That '70s show: Badgers score big

Published Nov. 27, 2010 12:00 a.m. ET

Another week, another jaw-dropping blowout for No. 5 Wisconsin.

This one earned the Badgers a share of the Big Ten title.

And with the Big Ten's Rose Bowl representative still to be determined, it remains to be seen if their recent run of scoreboard-scorching victories will be sufficient.

Wisconsin routed Northwestern 70-23 at Camp Randall Stadium on Saturday, and will split the conference championship three ways after Ohio State and Michigan State won earlier in the day.

"From Day 1 since I got here, that's all anybody's been talking about, the Rose Bowl, the Rose Bowl, the Rose Bowl," said Badgers safety Aaron Henry, twirling a rose in his hand. "And you have to be a Big Ten champion in order to get that spot in the Rose Bowl, and we definitely took care of that tonight."

The Badgers (11-1, 7-1 Big Ten) appear to have the inside track on the Rose Bowl, which will be determined by the Bowl Championship Series standings. Fans chanted "Rose Bowl" in the final seconds of the game, then rushed the field as fireworks exploded over the stadium.

No. 8 Ohio State beat Michigan on Saturday, and No. 11 Michigan State won at Penn State. Wisconsin came into this week leading both teams in the BCS rankings.


Wisconsin certainly is doing its best to impress voters in recent weeks.

Its victory Saturday made it four straight by 20 points or more - and it wasn't even the most lopsided game in that stretch, because Wisconsin beat Indiana 83-20 on Nov. 13. And it was the third time this season the Badgers scored 70 points or more.

Nationally, Bielema has earned some criticism for running up the score during the Badgers' recent run - but given the chance to score one last touchdown on Saturday, Wisconsin instead ran out the clock inside the Northwestern 10-yard line in the final two minutes of the game.

Bielema was confident his team is Rose Bowl-bound.

"I really believe that right now, the way we're playing," Bielema said. "We're playing as well as anybody in the country."

Montee Ball rushed for 178 yards and four touchdowns for the Badgers. Scott Tolzien was 15 of 19 for 230 yards and four touchdowns, including a pair to wide receiver Nick Toon.

It was also a dominant game by standout defensive end J.J. Watt, who forced two fumbles and made a big hit that caused an interception. Watt even blocked a Northwestern extra point try in the third quarter, leaving the crowd chanting his name.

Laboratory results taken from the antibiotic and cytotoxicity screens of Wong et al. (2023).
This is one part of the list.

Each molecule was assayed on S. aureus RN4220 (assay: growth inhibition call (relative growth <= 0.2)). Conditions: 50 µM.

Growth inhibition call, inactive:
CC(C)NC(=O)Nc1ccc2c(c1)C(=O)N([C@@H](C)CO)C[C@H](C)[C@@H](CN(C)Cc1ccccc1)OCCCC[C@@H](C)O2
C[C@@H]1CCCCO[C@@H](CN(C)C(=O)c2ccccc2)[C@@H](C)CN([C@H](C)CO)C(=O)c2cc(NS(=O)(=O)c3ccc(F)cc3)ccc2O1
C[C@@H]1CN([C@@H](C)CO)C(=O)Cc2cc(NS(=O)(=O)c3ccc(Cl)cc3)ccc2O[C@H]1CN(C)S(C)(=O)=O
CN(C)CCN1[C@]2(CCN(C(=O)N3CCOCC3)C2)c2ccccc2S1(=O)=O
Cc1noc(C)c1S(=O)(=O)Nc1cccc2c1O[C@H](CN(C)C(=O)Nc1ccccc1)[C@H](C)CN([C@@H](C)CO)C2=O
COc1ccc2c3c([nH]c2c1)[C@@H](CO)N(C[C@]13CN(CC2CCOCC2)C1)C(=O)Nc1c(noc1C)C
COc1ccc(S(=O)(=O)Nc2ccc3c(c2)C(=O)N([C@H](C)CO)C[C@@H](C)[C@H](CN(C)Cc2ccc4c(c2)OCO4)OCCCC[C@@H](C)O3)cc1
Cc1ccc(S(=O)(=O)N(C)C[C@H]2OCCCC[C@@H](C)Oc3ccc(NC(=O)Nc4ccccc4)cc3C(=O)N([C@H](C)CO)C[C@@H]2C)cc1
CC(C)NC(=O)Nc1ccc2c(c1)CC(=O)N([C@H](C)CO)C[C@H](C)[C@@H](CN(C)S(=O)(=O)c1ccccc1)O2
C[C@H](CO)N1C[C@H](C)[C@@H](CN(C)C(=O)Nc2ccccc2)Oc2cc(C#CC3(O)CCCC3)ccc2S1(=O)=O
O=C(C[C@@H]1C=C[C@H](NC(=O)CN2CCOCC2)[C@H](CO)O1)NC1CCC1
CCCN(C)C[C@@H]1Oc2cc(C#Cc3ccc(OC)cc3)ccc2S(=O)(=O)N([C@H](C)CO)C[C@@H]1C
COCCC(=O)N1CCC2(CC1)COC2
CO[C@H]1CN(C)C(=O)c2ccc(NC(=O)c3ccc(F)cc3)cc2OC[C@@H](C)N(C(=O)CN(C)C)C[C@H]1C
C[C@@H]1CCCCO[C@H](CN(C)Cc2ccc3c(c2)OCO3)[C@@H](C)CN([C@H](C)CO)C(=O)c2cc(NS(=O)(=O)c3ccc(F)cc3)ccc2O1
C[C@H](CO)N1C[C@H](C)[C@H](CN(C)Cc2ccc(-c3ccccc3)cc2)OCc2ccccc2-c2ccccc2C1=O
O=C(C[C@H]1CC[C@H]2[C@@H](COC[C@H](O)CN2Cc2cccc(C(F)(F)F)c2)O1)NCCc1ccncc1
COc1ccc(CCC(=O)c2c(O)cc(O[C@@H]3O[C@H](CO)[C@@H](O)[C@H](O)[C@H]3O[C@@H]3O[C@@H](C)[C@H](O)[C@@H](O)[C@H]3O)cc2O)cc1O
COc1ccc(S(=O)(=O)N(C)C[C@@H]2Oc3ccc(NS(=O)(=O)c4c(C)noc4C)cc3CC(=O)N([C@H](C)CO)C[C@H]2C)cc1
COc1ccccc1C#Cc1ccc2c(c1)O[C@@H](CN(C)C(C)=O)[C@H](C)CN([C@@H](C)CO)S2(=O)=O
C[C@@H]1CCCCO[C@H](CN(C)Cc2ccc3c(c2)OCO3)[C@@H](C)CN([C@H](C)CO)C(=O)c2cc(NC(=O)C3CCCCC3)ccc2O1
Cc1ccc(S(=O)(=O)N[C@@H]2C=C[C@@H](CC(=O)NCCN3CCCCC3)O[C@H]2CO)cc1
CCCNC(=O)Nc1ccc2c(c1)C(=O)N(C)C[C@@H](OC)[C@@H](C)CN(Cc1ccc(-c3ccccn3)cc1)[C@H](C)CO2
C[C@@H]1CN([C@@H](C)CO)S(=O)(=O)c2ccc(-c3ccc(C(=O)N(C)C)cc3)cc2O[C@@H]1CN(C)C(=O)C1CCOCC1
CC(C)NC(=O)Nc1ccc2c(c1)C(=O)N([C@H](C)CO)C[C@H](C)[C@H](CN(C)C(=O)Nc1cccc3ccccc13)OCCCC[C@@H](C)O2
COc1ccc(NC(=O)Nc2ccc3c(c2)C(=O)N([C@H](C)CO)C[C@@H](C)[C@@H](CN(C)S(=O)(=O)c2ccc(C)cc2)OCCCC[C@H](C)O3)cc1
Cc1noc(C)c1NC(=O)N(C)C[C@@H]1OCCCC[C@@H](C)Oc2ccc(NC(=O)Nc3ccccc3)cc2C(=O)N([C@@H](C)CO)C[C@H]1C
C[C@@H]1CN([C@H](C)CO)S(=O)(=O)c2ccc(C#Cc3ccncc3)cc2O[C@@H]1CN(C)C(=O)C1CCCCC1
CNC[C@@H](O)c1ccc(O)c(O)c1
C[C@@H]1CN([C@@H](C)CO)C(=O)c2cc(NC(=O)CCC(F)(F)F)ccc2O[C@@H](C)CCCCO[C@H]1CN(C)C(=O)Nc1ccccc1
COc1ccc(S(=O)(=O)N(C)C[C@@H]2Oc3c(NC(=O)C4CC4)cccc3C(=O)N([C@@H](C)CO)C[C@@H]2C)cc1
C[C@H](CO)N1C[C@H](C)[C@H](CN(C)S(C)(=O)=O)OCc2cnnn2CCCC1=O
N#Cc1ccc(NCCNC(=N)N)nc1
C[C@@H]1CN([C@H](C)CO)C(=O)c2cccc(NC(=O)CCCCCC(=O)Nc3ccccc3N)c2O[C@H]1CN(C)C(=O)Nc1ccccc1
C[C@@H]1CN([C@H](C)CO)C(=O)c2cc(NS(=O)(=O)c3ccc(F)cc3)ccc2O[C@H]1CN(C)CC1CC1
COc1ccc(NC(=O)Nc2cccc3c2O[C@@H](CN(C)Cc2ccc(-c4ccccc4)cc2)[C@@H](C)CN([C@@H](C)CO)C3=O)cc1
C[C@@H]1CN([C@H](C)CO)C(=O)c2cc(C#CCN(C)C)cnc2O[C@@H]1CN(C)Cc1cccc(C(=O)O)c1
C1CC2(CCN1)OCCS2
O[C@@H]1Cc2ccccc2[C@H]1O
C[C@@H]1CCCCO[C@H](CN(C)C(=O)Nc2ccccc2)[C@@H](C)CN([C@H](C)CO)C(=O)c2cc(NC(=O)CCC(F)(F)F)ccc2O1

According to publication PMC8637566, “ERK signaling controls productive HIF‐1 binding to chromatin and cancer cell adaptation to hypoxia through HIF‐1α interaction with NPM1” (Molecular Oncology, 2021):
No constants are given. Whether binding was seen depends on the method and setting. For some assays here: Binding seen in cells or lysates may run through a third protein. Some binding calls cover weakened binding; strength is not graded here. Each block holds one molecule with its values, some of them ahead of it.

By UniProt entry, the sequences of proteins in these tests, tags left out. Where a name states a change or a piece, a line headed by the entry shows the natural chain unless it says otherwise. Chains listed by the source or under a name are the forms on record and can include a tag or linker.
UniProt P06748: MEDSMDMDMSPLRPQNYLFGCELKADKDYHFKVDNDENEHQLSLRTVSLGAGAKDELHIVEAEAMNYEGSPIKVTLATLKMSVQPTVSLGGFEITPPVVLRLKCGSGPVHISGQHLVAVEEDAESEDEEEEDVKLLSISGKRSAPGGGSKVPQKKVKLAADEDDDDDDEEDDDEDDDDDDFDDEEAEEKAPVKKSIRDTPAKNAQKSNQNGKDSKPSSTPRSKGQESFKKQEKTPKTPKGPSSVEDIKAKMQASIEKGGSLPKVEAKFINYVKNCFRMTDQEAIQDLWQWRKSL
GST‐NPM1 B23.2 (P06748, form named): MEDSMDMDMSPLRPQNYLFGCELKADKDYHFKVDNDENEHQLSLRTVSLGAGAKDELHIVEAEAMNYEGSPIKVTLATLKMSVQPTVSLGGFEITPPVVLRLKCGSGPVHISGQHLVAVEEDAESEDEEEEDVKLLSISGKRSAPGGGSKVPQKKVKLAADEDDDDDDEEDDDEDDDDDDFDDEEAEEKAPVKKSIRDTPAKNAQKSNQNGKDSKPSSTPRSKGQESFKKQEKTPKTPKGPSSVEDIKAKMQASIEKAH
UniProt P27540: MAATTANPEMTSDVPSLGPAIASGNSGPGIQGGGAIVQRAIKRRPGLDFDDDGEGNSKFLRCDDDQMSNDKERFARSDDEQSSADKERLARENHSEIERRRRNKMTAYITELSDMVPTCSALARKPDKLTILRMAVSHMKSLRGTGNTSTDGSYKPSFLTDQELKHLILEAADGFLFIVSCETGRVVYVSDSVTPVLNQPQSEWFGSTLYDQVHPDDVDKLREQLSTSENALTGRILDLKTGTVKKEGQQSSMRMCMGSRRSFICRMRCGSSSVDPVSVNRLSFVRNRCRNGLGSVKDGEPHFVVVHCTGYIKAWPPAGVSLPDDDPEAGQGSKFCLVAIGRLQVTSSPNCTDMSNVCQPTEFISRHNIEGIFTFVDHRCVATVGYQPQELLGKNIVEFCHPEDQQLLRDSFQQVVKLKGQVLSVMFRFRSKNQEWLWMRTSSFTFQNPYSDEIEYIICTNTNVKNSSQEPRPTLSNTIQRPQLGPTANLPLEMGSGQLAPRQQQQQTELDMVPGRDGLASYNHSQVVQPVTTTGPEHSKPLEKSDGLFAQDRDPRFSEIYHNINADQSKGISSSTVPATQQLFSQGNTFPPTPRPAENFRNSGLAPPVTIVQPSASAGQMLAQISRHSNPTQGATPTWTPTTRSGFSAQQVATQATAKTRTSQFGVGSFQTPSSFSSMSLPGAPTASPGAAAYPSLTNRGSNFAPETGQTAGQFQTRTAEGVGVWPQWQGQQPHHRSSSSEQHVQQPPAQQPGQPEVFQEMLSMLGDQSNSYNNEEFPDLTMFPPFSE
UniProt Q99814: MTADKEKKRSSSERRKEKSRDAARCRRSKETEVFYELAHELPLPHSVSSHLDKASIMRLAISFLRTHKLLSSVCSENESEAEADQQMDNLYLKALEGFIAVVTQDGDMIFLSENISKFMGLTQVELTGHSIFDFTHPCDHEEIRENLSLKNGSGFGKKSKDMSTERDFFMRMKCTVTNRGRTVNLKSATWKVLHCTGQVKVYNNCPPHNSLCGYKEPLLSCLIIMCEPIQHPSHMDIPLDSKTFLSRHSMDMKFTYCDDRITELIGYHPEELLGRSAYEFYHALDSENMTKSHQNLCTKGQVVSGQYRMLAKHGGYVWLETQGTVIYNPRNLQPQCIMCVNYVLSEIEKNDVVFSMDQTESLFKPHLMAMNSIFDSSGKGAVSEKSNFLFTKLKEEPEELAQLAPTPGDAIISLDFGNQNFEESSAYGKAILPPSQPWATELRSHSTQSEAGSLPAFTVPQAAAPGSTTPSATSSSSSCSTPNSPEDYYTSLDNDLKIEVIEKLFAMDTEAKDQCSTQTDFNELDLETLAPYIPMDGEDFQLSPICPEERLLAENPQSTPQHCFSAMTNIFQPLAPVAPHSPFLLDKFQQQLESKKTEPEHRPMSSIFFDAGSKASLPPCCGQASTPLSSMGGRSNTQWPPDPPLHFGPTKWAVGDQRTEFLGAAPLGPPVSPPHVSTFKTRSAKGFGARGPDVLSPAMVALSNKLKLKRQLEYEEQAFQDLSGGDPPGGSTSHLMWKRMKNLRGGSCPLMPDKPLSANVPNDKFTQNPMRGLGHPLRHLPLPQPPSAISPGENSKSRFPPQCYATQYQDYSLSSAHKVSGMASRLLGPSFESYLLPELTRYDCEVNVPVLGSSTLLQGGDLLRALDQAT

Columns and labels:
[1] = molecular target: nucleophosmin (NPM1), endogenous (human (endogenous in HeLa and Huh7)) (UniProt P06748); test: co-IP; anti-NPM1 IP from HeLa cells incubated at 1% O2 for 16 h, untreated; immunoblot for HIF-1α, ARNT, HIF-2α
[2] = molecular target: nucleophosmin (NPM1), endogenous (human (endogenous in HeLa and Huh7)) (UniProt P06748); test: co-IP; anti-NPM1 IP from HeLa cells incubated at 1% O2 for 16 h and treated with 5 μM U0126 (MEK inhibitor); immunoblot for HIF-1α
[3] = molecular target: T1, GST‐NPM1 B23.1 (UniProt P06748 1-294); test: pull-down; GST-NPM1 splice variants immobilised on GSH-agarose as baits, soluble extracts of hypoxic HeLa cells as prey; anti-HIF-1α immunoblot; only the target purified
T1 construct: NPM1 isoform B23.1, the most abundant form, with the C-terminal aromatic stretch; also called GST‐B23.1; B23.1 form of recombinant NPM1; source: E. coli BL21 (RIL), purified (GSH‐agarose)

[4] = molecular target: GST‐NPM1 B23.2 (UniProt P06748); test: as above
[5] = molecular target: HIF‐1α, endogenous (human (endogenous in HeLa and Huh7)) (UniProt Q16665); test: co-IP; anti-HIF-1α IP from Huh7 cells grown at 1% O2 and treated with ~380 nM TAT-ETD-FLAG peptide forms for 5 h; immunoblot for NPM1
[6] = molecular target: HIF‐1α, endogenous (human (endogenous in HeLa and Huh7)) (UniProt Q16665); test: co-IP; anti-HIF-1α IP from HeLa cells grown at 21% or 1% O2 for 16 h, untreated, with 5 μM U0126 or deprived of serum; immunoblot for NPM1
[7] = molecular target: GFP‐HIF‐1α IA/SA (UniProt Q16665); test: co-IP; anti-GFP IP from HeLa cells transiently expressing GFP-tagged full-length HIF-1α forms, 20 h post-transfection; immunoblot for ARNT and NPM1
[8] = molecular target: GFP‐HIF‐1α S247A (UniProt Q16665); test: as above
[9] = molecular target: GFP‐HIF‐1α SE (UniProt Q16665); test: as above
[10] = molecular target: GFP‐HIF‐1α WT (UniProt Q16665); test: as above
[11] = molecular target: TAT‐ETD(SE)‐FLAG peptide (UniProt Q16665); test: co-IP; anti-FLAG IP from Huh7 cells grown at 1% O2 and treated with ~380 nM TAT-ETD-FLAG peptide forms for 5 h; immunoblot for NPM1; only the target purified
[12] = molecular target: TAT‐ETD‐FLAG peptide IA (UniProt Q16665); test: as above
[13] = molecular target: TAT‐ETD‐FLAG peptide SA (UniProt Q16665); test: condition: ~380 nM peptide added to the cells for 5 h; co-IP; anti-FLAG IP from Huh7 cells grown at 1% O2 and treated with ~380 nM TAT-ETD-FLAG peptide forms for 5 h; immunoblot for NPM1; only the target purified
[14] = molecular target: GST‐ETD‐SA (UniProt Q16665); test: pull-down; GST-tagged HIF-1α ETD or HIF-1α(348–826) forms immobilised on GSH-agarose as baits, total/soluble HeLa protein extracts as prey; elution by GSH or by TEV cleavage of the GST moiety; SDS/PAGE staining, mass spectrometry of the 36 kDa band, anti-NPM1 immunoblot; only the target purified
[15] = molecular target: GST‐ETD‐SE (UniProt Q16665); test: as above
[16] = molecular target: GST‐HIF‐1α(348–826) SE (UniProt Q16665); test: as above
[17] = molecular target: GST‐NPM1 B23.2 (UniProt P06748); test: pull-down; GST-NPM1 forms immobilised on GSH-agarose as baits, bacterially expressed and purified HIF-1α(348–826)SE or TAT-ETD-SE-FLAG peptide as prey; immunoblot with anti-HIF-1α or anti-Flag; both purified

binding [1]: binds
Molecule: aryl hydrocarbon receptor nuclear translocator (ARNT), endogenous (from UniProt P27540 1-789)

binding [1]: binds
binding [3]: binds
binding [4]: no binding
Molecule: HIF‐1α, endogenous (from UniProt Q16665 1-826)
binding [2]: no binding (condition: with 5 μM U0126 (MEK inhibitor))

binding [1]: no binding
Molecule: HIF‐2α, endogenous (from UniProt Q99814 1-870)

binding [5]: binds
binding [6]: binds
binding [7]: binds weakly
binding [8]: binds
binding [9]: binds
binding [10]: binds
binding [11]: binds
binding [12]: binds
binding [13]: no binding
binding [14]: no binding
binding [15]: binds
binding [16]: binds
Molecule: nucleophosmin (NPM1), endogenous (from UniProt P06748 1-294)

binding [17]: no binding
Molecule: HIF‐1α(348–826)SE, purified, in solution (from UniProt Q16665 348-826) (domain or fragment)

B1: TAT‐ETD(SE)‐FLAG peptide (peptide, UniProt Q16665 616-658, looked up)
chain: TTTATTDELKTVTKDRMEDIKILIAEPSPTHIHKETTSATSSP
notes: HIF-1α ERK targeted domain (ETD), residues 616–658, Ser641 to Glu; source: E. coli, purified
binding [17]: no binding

"We needed to bring a title back to Wisconsin, and that's exactly what we did," Watt said. "And we couldn't be happier. ... Enjoy it tonight, because I know I'm going to."

Wisconsin's only scare came when tight end Lance Kendricks landed awkwardly on the ball after catching a 29-yard touchdown pass late in the second quarter. After lying on the turf for several minutes surrounded by the team's medical staff, Kendricks was able to get up and walk to the locker room with assistance.

Venric Mark returned a kickoff 94 yards for a touchdown for Northwestern (7-5, 3-5 Big Ten), returning nine kickoffs a total of 273 yards.

"When I took it back to the house, I thought they weren't going to kick it to me (again)," Mark said. "Then they kept kicking it to me and I found that highly disrespectful."

Northwestern coach Pat Fitzgerald said Saturday's loss wasn't a step backward for the program.

"No, we lost a football game today," Fitzgerald said. "We have two freshmen quarterbacks playing their second game. We turned the ball over on the road against a team that won the Big Ten championship. That's not a step backwards, it's a loss."

Already without quarterback Dan Persa because of an Achilles' tendon injury, Northwestern also was missing top running back Mike Trumpy because of a wrist injury.

The Wildcats split time at quarterback between Evan Watkins and Kain Colter.

Stopping Wisconsin clearly was going to be a challenge for Northwestern's defense, which gave up 519 yards rushing in a loss to Illinois at Wrigley Field last week.

Fitzgerald said his team would have had a tough time beating anybody with four interceptions and three lost fumbles, let alone a conference champion.

"I'm very disappointed in our effort at taking care of the football," Fitzgerald said. "That's the No. 1 objective of the game and we didn't do that. You give a good football team a short field, you give a good football team momentum at home, and you pretty much beat yourself."